Money is not a client of any investment adviser featured on this page. The information provided on this page is for educational purposes only and is not intended as investment advice. Money does not offer advisory services.
The burden of borrowing for higher ed just got a little lighter-- for now. Capping months of partisan debate, Congress in August changed the formula behind federal education loan interest rates.
The rates for loans taken out for any given school year will now be based on the yield of the 10-year Treasury note the prior summer.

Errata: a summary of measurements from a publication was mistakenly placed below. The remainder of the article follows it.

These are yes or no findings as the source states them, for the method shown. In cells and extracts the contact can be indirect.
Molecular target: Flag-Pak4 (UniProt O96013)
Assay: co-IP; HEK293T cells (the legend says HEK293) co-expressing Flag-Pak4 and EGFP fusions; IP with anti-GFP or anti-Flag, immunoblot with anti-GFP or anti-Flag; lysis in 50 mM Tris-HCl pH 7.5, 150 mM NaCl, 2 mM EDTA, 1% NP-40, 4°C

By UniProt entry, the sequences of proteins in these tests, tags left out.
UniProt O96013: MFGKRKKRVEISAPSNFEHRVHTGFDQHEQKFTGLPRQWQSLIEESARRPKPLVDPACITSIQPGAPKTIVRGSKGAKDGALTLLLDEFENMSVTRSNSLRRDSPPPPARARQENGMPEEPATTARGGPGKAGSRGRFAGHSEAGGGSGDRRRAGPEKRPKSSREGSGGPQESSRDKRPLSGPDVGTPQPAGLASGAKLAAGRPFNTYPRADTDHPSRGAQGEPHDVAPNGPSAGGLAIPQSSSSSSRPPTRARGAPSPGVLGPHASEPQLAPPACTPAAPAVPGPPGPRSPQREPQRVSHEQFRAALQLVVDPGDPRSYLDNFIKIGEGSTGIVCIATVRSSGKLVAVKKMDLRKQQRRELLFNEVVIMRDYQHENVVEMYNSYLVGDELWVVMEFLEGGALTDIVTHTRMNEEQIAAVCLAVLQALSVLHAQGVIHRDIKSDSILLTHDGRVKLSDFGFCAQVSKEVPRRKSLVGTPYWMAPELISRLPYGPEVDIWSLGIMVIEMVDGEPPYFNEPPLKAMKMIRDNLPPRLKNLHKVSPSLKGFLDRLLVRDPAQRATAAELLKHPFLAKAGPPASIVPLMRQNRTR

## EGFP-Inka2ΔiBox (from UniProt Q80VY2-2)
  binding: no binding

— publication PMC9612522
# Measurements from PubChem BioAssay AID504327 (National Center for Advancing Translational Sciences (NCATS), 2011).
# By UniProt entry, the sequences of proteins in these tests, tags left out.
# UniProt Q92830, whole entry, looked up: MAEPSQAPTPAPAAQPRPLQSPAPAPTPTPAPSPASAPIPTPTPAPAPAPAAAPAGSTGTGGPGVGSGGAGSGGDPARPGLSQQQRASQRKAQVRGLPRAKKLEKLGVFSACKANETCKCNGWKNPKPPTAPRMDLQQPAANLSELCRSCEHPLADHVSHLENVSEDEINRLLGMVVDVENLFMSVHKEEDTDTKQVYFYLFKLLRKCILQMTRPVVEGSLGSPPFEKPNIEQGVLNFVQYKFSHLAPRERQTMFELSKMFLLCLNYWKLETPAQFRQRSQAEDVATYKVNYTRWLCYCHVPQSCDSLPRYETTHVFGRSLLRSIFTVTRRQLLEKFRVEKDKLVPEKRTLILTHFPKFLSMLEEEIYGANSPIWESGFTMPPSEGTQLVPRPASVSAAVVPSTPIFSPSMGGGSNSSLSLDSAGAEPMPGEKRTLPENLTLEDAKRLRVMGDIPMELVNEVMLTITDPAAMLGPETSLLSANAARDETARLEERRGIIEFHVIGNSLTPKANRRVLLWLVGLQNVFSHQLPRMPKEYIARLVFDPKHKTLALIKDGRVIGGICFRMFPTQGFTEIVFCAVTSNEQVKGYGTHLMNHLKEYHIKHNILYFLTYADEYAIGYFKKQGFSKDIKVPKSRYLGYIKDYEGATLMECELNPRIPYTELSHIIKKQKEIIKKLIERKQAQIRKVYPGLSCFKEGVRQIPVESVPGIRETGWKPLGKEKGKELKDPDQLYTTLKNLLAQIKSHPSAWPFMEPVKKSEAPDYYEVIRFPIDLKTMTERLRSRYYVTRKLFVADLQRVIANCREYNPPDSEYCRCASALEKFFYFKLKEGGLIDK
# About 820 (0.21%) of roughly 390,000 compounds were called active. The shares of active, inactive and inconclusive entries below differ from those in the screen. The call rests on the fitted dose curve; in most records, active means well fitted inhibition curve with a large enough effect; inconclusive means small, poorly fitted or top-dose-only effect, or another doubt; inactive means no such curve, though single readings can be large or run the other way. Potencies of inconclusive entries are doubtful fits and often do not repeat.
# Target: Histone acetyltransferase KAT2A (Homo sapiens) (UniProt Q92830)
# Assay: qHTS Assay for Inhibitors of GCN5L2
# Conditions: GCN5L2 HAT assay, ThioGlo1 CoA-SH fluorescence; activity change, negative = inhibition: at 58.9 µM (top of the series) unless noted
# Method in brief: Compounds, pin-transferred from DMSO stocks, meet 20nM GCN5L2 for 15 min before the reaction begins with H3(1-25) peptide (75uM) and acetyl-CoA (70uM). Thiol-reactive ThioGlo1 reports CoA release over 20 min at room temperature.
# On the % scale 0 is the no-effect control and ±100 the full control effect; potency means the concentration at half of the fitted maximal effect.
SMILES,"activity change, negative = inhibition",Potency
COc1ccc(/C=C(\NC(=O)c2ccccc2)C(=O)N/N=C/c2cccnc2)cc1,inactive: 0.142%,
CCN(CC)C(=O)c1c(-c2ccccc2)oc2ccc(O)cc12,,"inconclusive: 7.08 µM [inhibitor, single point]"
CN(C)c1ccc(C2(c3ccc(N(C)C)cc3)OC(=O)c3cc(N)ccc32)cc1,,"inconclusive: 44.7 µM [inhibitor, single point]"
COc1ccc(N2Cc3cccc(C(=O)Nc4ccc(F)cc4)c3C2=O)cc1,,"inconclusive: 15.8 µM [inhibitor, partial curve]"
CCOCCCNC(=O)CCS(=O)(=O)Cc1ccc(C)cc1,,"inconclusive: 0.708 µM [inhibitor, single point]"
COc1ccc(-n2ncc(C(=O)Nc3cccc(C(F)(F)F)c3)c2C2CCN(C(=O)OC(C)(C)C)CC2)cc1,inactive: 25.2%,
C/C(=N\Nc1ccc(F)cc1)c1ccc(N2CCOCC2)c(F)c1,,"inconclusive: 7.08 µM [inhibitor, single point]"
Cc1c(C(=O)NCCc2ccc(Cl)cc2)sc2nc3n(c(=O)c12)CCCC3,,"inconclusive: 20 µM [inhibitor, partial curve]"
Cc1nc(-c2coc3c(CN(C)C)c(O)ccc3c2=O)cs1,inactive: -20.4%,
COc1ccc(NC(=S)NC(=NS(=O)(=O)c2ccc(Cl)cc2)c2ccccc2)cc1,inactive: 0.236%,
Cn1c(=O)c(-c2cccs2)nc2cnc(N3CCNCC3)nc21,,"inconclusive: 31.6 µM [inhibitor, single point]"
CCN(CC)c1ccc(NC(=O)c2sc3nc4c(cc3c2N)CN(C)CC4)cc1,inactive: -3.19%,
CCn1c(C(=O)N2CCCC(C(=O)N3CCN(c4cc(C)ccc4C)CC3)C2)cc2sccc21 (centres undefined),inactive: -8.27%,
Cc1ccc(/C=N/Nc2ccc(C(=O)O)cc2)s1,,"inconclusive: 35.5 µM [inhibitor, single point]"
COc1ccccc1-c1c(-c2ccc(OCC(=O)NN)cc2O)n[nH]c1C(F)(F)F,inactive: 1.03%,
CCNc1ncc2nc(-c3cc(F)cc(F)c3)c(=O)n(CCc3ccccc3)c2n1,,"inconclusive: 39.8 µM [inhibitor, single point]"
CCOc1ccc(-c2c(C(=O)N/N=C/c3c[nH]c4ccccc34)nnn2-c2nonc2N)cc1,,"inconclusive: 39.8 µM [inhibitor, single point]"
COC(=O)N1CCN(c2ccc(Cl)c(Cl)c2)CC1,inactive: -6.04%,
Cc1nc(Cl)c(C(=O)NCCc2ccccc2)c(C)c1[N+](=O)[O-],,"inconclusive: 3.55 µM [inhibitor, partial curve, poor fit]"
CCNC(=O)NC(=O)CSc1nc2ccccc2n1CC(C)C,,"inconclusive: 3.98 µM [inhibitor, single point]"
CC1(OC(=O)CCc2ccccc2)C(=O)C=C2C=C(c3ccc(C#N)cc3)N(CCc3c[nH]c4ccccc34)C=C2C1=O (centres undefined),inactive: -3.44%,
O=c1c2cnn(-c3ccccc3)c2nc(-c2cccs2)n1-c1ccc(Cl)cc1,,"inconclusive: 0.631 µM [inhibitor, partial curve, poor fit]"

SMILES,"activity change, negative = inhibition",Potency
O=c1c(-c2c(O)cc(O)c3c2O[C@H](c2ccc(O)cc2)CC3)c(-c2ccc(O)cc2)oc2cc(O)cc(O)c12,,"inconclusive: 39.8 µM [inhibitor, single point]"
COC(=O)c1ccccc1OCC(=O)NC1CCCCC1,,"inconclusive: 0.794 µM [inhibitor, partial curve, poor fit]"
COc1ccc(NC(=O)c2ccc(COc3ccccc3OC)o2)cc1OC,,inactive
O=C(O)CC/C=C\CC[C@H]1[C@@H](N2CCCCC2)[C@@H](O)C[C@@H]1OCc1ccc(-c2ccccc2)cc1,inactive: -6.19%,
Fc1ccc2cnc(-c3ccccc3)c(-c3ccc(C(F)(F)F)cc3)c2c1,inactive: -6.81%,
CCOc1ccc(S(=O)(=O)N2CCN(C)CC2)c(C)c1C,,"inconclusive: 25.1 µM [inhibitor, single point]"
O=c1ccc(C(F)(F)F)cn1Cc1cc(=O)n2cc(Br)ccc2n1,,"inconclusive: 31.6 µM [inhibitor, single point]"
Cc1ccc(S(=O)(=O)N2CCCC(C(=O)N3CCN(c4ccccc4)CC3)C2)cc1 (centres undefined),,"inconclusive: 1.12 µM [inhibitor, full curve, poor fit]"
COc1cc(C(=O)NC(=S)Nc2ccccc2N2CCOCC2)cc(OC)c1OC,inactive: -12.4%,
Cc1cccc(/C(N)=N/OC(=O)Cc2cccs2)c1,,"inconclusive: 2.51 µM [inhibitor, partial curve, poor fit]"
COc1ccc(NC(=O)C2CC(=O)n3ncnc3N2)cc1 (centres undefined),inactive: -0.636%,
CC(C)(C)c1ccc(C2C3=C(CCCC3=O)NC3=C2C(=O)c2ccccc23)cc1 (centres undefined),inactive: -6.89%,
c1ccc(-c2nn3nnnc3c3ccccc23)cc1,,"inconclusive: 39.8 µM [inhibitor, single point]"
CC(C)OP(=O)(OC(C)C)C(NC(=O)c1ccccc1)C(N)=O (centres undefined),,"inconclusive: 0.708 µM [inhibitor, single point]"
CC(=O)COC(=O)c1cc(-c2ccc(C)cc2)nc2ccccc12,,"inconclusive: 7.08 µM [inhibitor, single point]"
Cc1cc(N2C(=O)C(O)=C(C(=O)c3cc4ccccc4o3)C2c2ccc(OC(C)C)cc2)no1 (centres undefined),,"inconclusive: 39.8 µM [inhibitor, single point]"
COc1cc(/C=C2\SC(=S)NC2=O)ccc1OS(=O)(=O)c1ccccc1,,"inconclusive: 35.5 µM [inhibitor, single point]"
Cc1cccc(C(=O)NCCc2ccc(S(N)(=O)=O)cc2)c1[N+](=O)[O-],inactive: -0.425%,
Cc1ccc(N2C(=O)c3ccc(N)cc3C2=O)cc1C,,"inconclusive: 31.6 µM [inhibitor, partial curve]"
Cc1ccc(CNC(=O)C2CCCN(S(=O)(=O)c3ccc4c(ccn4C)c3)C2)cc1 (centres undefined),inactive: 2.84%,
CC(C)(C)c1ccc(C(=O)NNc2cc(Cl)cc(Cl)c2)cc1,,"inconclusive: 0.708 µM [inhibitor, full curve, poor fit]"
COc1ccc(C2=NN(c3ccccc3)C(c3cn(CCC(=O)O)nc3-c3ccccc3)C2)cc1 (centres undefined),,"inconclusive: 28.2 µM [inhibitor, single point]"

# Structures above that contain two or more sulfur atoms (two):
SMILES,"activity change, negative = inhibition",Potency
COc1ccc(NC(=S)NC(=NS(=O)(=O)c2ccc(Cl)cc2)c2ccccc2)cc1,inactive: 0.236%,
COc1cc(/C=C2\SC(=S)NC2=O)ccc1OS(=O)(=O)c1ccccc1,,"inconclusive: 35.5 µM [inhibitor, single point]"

The upshot: This year the APR on federal student loans will be 4% -- slightly higher than the previous rate for subsidized borrowers (who don't run up interest charges while in school), but a big savings on unsubsidized loans, which had been set at 6.9%.
Rates on new parent PLUS loans will be 7.4%, after fees, down from 8.8%. Loan costs for future borrowers, though, could rise again with the market.
Students should stick with federal loans, but parents with good credit can find lower rates elsewhere. SunTrust, for one, recently offered fixed APRs as low as 4.5% on five-year education loans.